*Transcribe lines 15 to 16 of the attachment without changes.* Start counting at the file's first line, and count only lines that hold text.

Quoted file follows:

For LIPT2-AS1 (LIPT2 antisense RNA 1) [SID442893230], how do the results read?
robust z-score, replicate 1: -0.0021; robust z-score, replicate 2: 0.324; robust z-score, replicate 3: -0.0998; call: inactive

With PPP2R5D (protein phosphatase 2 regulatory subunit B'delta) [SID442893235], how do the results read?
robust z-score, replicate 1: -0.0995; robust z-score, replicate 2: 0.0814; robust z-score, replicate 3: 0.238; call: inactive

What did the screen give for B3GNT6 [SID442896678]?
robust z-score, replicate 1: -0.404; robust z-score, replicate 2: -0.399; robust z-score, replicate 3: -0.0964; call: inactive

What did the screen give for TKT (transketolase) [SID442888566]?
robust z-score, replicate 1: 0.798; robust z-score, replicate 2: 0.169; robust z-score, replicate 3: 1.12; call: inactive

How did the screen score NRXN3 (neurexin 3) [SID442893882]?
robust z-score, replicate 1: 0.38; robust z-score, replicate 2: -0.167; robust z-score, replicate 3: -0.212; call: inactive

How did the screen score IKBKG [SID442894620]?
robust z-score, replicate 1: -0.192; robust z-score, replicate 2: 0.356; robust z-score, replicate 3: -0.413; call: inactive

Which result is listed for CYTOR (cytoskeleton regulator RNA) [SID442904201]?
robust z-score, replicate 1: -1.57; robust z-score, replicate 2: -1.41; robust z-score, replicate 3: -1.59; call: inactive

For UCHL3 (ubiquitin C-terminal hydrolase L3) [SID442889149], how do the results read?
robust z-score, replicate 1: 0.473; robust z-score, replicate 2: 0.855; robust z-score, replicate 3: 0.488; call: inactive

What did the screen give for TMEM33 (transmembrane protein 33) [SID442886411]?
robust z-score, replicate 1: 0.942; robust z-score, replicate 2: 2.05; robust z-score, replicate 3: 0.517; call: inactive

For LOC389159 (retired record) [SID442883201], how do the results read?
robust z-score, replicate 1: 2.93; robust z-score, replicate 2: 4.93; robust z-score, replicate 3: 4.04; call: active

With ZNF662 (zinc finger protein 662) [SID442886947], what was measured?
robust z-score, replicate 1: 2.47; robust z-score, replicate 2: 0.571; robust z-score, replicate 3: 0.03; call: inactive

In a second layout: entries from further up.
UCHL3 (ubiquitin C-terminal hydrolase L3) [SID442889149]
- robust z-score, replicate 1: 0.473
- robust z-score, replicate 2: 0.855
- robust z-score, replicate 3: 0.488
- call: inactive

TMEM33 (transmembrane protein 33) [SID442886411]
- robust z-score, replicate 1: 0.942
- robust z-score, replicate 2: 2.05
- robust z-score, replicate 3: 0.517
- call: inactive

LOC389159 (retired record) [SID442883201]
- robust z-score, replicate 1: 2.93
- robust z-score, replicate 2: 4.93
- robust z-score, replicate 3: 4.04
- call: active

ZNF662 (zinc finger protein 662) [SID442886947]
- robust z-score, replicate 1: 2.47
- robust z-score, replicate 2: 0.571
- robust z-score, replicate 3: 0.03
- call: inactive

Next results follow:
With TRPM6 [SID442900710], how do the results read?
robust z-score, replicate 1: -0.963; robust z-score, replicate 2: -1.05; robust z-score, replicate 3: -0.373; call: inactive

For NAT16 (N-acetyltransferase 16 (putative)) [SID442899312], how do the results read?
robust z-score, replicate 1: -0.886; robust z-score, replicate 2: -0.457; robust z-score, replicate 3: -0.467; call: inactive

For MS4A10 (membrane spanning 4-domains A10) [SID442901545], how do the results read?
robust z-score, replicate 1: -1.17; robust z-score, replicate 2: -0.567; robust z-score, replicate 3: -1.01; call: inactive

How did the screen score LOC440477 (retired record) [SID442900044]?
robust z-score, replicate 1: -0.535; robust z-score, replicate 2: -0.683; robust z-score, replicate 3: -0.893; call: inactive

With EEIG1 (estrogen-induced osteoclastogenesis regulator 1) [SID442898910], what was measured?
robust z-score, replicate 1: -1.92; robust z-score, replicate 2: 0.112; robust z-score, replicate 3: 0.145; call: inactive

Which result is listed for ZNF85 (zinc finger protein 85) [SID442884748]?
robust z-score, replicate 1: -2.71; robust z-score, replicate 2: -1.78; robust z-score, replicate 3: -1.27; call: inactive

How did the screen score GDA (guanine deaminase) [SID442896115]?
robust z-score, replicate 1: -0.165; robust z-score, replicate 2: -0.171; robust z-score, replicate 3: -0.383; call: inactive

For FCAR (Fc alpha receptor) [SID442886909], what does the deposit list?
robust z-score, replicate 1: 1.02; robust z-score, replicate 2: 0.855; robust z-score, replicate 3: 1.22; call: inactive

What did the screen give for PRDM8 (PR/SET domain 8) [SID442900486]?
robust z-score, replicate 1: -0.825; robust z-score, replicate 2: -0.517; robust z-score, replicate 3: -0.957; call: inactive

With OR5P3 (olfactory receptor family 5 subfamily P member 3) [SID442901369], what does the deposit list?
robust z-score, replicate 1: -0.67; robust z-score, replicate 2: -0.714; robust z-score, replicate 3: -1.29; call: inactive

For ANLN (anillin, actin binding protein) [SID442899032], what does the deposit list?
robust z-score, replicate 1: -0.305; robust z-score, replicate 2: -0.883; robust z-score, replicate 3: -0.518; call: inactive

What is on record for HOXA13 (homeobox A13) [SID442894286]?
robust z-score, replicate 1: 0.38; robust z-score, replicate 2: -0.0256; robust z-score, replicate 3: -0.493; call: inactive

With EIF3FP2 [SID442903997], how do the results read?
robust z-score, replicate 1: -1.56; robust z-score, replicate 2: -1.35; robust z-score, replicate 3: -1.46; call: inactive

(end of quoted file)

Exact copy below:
For UCHL3 (ubiquitin C-terminal hydrolase L3) [SID442889149], how do the results read?
robust z-score, replicate 1: 0.473; robust z-score, replicate 2: 0.855; robust z-score, replicate 3: 0.488; call: inactive